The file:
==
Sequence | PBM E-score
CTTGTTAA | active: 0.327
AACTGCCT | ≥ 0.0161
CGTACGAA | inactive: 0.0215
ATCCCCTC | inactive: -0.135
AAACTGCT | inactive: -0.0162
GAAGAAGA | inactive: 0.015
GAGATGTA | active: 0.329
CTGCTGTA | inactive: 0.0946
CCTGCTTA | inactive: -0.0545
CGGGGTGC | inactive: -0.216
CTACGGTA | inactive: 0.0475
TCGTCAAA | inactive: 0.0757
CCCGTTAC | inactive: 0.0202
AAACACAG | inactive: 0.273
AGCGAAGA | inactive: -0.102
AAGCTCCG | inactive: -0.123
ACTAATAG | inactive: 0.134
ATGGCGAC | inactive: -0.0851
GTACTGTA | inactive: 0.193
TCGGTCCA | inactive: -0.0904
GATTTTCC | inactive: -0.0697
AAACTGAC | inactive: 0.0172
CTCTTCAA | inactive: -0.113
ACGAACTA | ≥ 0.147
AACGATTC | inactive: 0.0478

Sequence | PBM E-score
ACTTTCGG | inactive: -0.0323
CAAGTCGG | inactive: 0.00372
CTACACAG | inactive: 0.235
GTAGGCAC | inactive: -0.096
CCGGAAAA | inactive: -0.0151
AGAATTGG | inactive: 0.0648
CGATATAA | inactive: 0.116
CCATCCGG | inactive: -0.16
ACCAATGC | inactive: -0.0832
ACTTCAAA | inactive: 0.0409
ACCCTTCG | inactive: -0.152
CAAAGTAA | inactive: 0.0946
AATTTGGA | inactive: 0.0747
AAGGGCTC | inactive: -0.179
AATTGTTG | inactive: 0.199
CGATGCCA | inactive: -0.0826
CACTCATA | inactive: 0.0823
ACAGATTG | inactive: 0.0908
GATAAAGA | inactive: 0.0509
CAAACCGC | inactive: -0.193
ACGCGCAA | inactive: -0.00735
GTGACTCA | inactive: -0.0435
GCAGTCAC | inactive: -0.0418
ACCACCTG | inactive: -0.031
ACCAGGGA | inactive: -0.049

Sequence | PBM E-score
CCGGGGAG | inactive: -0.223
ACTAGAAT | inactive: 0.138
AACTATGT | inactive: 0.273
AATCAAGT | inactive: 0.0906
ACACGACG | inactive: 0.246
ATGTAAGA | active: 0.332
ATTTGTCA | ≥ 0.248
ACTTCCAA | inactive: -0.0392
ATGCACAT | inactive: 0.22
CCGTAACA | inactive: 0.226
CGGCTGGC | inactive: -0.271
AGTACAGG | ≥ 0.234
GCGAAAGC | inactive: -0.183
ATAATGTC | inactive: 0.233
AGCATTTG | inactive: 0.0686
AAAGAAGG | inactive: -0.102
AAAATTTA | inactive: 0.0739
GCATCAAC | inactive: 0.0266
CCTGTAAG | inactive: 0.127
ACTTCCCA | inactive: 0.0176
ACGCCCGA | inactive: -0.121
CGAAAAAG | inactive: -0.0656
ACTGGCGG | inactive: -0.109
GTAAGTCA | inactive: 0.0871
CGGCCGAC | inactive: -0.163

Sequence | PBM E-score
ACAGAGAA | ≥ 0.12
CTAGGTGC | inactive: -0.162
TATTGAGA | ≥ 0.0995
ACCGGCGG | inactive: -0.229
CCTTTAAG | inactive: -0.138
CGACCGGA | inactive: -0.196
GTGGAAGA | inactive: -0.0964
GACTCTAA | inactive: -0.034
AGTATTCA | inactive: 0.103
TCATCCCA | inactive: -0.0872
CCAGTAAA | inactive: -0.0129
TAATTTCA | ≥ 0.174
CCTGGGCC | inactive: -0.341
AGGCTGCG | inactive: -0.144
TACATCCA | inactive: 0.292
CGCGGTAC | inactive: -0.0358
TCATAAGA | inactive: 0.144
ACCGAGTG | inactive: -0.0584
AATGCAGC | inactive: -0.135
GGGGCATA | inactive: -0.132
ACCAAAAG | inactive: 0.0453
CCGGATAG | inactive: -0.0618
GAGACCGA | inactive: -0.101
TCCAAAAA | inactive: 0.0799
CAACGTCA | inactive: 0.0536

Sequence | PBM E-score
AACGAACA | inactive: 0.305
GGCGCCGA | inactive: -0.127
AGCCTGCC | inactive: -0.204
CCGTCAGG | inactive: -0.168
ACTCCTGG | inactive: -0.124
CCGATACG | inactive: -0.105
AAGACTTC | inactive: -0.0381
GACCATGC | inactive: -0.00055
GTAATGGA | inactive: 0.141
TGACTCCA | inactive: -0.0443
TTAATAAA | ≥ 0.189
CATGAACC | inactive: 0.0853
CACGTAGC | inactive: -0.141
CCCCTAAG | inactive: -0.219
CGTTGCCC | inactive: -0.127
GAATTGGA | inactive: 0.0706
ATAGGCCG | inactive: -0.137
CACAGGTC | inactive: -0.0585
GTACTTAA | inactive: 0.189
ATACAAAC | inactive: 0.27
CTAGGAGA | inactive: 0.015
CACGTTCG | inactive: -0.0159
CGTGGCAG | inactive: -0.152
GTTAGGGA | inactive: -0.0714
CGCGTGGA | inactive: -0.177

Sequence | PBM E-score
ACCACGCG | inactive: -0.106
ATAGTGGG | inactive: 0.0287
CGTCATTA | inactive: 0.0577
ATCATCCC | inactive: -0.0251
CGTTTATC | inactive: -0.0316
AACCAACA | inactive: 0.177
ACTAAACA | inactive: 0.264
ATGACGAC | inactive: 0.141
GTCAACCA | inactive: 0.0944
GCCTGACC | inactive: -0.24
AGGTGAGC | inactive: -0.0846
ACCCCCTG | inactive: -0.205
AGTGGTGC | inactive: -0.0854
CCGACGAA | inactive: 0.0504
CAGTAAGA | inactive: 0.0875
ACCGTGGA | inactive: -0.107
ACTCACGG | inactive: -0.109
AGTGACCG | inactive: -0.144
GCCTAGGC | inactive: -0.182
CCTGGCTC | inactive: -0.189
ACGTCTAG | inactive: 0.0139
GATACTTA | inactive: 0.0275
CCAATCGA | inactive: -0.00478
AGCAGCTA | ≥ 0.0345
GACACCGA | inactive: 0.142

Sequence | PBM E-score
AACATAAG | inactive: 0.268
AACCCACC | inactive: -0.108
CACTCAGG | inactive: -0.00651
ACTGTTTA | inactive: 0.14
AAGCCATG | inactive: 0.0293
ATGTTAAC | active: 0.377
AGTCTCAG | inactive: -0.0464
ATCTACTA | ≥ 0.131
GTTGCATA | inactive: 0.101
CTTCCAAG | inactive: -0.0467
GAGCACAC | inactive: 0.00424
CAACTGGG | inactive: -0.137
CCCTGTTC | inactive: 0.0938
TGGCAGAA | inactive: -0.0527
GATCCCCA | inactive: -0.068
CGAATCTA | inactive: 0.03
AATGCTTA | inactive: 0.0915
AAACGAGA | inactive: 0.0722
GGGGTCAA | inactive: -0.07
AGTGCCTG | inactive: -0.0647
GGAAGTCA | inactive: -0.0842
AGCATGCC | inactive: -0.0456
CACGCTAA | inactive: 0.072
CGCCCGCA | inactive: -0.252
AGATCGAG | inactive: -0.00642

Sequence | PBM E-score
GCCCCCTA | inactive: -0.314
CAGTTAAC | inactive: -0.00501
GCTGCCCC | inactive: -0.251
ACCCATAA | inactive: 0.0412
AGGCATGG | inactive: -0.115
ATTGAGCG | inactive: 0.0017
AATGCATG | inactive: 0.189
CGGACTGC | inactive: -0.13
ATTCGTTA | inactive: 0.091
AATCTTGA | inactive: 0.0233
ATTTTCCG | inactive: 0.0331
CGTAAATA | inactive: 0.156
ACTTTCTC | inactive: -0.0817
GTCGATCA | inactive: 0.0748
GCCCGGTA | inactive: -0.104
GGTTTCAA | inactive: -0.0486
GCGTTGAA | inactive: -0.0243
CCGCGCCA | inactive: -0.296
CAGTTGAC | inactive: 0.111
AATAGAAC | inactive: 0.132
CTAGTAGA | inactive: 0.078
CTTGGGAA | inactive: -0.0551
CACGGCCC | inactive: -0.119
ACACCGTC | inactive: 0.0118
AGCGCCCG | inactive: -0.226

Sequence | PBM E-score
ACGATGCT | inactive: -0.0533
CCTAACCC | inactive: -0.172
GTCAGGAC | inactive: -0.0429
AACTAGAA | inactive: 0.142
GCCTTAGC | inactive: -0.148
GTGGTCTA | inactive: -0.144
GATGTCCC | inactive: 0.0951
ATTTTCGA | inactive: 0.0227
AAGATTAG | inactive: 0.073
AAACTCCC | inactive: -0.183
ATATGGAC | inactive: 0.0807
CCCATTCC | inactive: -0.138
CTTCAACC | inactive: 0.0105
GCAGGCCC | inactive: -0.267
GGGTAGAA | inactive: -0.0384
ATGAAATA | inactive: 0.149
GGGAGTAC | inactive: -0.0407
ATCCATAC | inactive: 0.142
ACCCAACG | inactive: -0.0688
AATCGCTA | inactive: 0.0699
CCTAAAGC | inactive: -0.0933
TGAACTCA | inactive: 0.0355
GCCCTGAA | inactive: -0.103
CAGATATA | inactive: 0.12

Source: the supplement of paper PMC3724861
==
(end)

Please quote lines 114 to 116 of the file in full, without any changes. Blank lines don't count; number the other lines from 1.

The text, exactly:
GTAATGGA | inactive: 0.141
TGACTCCA | inactive: -0.0443
TTAATAAA | ≥ 0.189